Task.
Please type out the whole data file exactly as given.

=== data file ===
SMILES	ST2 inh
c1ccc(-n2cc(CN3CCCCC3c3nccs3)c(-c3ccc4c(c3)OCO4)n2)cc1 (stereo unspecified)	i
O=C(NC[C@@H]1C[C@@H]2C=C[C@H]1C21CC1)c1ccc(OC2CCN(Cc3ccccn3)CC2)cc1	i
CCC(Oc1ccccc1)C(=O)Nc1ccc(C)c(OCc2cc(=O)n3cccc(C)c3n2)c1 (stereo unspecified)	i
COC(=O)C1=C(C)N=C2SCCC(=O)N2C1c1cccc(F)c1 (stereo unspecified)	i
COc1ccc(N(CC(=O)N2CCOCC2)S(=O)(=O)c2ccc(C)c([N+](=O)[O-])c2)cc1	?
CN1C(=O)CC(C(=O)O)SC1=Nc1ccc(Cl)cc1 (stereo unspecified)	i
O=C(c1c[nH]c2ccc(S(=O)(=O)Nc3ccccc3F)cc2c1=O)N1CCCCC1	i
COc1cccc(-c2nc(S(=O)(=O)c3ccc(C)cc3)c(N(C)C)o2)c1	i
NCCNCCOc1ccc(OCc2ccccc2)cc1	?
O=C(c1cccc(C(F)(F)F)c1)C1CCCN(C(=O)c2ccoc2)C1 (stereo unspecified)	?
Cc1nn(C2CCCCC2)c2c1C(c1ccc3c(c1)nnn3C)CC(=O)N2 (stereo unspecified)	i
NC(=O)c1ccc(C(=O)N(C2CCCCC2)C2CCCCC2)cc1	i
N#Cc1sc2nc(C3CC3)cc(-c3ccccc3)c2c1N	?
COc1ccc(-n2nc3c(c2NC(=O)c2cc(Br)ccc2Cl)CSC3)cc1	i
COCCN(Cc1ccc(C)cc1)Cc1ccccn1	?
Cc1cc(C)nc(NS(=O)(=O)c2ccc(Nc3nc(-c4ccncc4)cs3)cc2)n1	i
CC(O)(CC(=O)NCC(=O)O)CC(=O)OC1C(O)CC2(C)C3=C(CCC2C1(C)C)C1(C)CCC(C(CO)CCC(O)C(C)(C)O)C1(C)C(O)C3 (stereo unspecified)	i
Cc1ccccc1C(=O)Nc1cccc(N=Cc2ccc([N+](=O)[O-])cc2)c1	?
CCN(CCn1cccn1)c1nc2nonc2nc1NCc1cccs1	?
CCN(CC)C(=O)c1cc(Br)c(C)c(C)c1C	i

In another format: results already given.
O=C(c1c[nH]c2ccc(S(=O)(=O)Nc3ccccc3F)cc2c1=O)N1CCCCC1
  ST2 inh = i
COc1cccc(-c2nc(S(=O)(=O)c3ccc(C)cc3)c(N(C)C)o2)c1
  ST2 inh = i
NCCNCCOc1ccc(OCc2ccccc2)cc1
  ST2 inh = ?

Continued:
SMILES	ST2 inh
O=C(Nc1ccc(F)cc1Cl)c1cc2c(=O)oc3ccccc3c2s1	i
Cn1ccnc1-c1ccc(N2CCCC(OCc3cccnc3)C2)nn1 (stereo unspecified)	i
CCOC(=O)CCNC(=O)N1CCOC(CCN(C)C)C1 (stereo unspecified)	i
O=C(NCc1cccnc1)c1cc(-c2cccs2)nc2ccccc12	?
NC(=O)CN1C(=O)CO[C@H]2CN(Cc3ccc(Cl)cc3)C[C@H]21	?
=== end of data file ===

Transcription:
SMILES	ST2 inh
c1ccc(-n2cc(CN3CCCCC3c3nccs3)c(-c3ccc4c(c3)OCO4)n2)cc1 (stereo unspecified)	i
O=C(NC[C@@H]1C[C@@H]2C=C[C@H]1C21CC1)c1ccc(OC2CCN(Cc3ccccn3)CC2)cc1	i
CCC(Oc1ccccc1)C(=O)Nc1ccc(C)c(OCc2cc(=O)n3cccc(C)c3n2)c1 (stereo unspecified)	i
COC(=O)C1=C(C)N=C2SCCC(=O)N2C1c1cccc(F)c1 (stereo unspecified)	i
COc1ccc(N(CC(=O)N2CCOCC2)S(=O)(=O)c2ccc(C)c([N+](=O)[O-])c2)cc1	?
CN1C(=O)CC(C(=O)O)SC1=Nc1ccc(Cl)cc1 (stereo unspecified)	i
O=C(c1c[nH]c2ccc(S(=O)(=O)Nc3ccccc3F)cc2c1=O)N1CCCCC1	i
COc1cccc(-c2nc(S(=O)(=O)c3ccc(C)cc3)c(N(C)C)o2)c1	i
NCCNCCOc1ccc(OCc2ccccc2)cc1	?
O=C(c1cccc(C(F)(F)F)c1)C1CCCN(C(=O)c2ccoc2)C1 (stereo unspecified)	?
Cc1nn(C2CCCCC2)c2c1C(c1ccc3c(c1)nnn3C)CC(=O)N2 (stereo unspecified)	i
NC(=O)c1ccc(C(=O)N(C2CCCCC2)C2CCCCC2)cc1	i
N#Cc1sc2nc(C3CC3)cc(-c3ccccc3)c2c1N	?
COc1ccc(-n2nc3c(c2NC(=O)c2cc(Br)ccc2Cl)CSC3)cc1	i
COCCN(Cc1ccc(C)cc1)Cc1ccccn1	?
Cc1cc(C)nc(NS(=O)(=O)c2ccc(Nc3nc(-c4ccncc4)cs3)cc2)n1	i
CC(O)(CC(=O)NCC(=O)O)CC(=O)OC1C(O)CC2(C)C3=C(CCC2C1(C)C)C1(C)CCC(C(CO)CCC(O)C(C)(C)O)C1(C)C(O)C3 (stereo unspecified)	i
Cc1ccccc1C(=O)Nc1cccc(N=Cc2ccc([N+](=O)[O-])cc2)c1	?
CCN(CCn1cccn1)c1nc2nonc2nc1NCc1cccs1	?
CCN(CC)C(=O)c1cc(Br)c(C)c(C)c1C	i

In another format: results already given.
O=C(c1c[nH]c2ccc(S(=O)(=O)Nc3ccccc3F)cc2c1=O)N1CCCCC1
  ST2 inh = i
COc1cccc(-c2nc(S(=O)(=O)c3ccc(C)cc3)c(N(C)C)o2)c1
  ST2 inh = i
NCCNCCOc1ccc(OCc2ccccc2)cc1
  ST2 inh = ?

Continued:
SMILES	ST2 inh
O=C(Nc1ccc(F)cc1Cl)c1cc2c(=O)oc3ccccc3c2s1	i
Cn1ccnc1-c1ccc(N2CCCC(OCc3cccnc3)C2)nn1 (stereo unspecified)	i
CCOC(=O)CCNC(=O)N1CCOC(CCN(C)C)C1 (stereo unspecified)	i
O=C(NCc1cccnc1)c1cc(-c2cccs2)nc2ccccc12	?
NC(=O)CN1C(=O)CO[C@H]2CN(Cc3ccc(Cl)cc3)C[C@H]21	?